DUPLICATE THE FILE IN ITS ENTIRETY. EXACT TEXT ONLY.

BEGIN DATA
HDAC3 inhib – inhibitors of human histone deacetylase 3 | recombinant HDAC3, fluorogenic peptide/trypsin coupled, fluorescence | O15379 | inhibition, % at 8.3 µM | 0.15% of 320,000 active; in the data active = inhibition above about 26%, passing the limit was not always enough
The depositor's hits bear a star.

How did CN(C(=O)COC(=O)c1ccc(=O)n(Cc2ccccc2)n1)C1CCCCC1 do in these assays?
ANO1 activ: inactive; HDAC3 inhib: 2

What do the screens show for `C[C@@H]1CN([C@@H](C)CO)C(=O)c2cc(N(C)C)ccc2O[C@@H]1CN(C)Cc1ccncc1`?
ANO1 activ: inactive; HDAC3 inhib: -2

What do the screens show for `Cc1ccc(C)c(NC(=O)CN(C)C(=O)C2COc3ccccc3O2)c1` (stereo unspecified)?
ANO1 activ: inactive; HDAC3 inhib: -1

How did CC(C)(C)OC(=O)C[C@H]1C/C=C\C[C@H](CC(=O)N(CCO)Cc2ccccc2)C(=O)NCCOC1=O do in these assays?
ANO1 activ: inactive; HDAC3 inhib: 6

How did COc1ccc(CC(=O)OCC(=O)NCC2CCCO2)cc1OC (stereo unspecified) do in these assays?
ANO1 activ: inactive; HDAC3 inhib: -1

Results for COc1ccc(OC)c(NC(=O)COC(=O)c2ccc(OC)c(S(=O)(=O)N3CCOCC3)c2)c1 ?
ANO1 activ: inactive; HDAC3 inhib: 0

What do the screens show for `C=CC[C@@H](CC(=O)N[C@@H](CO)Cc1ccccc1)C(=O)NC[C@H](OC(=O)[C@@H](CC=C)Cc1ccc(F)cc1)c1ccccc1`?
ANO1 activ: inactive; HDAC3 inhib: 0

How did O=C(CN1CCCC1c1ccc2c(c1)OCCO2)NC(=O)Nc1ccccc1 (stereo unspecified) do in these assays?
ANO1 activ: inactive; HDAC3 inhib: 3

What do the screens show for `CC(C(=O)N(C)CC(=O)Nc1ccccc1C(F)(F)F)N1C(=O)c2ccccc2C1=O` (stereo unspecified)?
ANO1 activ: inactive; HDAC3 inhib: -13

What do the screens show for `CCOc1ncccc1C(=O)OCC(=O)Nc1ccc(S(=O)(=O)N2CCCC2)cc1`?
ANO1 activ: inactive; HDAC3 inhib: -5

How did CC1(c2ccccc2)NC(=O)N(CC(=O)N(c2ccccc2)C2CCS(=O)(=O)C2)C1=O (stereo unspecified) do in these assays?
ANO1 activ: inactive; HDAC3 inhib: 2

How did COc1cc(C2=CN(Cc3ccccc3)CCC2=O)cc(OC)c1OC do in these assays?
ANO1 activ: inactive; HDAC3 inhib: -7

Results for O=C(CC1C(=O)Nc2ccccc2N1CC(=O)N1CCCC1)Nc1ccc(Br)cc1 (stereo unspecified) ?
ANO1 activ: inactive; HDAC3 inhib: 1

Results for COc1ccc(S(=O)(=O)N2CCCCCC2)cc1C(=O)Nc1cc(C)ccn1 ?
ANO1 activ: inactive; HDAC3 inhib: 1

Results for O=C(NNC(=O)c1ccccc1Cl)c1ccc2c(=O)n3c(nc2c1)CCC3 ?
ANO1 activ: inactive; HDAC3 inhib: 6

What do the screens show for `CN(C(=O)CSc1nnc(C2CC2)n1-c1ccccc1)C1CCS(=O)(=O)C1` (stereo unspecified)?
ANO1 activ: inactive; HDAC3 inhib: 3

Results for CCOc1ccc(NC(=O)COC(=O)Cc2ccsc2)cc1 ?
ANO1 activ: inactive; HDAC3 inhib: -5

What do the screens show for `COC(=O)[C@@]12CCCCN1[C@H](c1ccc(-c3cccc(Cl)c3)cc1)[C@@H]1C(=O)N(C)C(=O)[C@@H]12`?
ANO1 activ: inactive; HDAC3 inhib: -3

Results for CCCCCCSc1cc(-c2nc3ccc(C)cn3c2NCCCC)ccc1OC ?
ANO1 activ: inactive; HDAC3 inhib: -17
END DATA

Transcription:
HDAC3 inhib – inhibitors of human histone deacetylase 3 | recombinant HDAC3, fluorogenic peptide/trypsin coupled, fluorescence | O15379 | inhibition, % at 8.3 µM | 0.15% of 320,000 active; in the data active = inhibition above about 26%, passing the limit was not always enough
The depositor's hits bear a star.

How did CN(C(=O)COC(=O)c1ccc(=O)n(Cc2ccccc2)n1)C1CCCCC1 do in these assays?
ANO1 activ: inactive; HDAC3 inhib: 2

What do the screens show for `C[C@@H]1CN([C@@H](C)CO)C(=O)c2cc(N(C)C)ccc2O[C@@H]1CN(C)Cc1ccncc1`?
ANO1 activ: inactive; HDAC3 inhib: -2

What do the screens show for `Cc1ccc(C)c(NC(=O)CN(C)C(=O)C2COc3ccccc3O2)c1` (stereo unspecified)?
ANO1 activ: inactive; HDAC3 inhib: -1

How did CC(C)(C)OC(=O)C[C@H]1C/C=C\C[C@H](CC(=O)N(CCO)Cc2ccccc2)C(=O)NCCOC1=O do in these assays?
ANO1 activ: inactive; HDAC3 inhib: 6

How did COc1ccc(CC(=O)OCC(=O)NCC2CCCO2)cc1OC (stereo unspecified) do in these assays?
ANO1 activ: inactive; HDAC3 inhib: -1

Results for COc1ccc(OC)c(NC(=O)COC(=O)c2ccc(OC)c(S(=O)(=O)N3CCOCC3)c2)c1 ?
ANO1 activ: inactive; HDAC3 inhib: 0

What do the screens show for `C=CC[C@@H](CC(=O)N[C@@H](CO)Cc1ccccc1)C(=O)NC[C@H](OC(=O)[C@@H](CC=C)Cc1ccc(F)cc1)c1ccccc1`?
ANO1 activ: inactive; HDAC3 inhib: 0

How did O=C(CN1CCCC1c1ccc2c(c1)OCCO2)NC(=O)Nc1ccccc1 (stereo unspecified) do in these assays?
ANO1 activ: inactive; HDAC3 inhib: 3

What do the screens show for `CC(C(=O)N(C)CC(=O)Nc1ccccc1C(F)(F)F)N1C(=O)c2ccccc2C1=O` (stereo unspecified)?
ANO1 activ: inactive; HDAC3 inhib: -13

What do the screens show for `CCOc1ncccc1C(=O)OCC(=O)Nc1ccc(S(=O)(=O)N2CCCC2)cc1`?
ANO1 activ: inactive; HDAC3 inhib: -5

How did CC1(c2ccccc2)NC(=O)N(CC(=O)N(c2ccccc2)C2CCS(=O)(=O)C2)C1=O (stereo unspecified) do in these assays?
ANO1 activ: inactive; HDAC3 inhib: 2

How did COc1cc(C2=CN(Cc3ccccc3)CCC2=O)cc(OC)c1OC do in these assays?
ANO1 activ: inactive; HDAC3 inhib: -7

Results for O=C(CC1C(=O)Nc2ccccc2N1CC(=O)N1CCCC1)Nc1ccc(Br)cc1 (stereo unspecified) ?
ANO1 activ: inactive; HDAC3 inhib: 1

Results for COc1ccc(S(=O)(=O)N2CCCCCC2)cc1C(=O)Nc1cc(C)ccn1 ?
ANO1 activ: inactive; HDAC3 inhib: 1

Results for O=C(NNC(=O)c1ccccc1Cl)c1ccc2c(=O)n3c(nc2c1)CCC3 ?
ANO1 activ: inactive; HDAC3 inhib: 6

What do the screens show for `CN(C(=O)CSc1nnc(C2CC2)n1-c1ccccc1)C1CCS(=O)(=O)C1` (stereo unspecified)?
ANO1 activ: inactive; HDAC3 inhib: 3

Results for CCOc1ccc(NC(=O)COC(=O)Cc2ccsc2)cc1 ?
ANO1 activ: inactive; HDAC3 inhib: -5

What do the screens show for `COC(=O)[C@@]12CCCCN1[C@H](c1ccc(-c3cccc(Cl)c3)cc1)[C@@H]1C(=O)N(C)C(=O)[C@@H]12`?
ANO1 activ: inactive; HDAC3 inhib: -3

Results for CCCCCCSc1cc(-c2nc3ccc(C)cn3c2NCCCC)ccc1OC ?
ANO1 activ: inactive; HDAC3 inhib: -17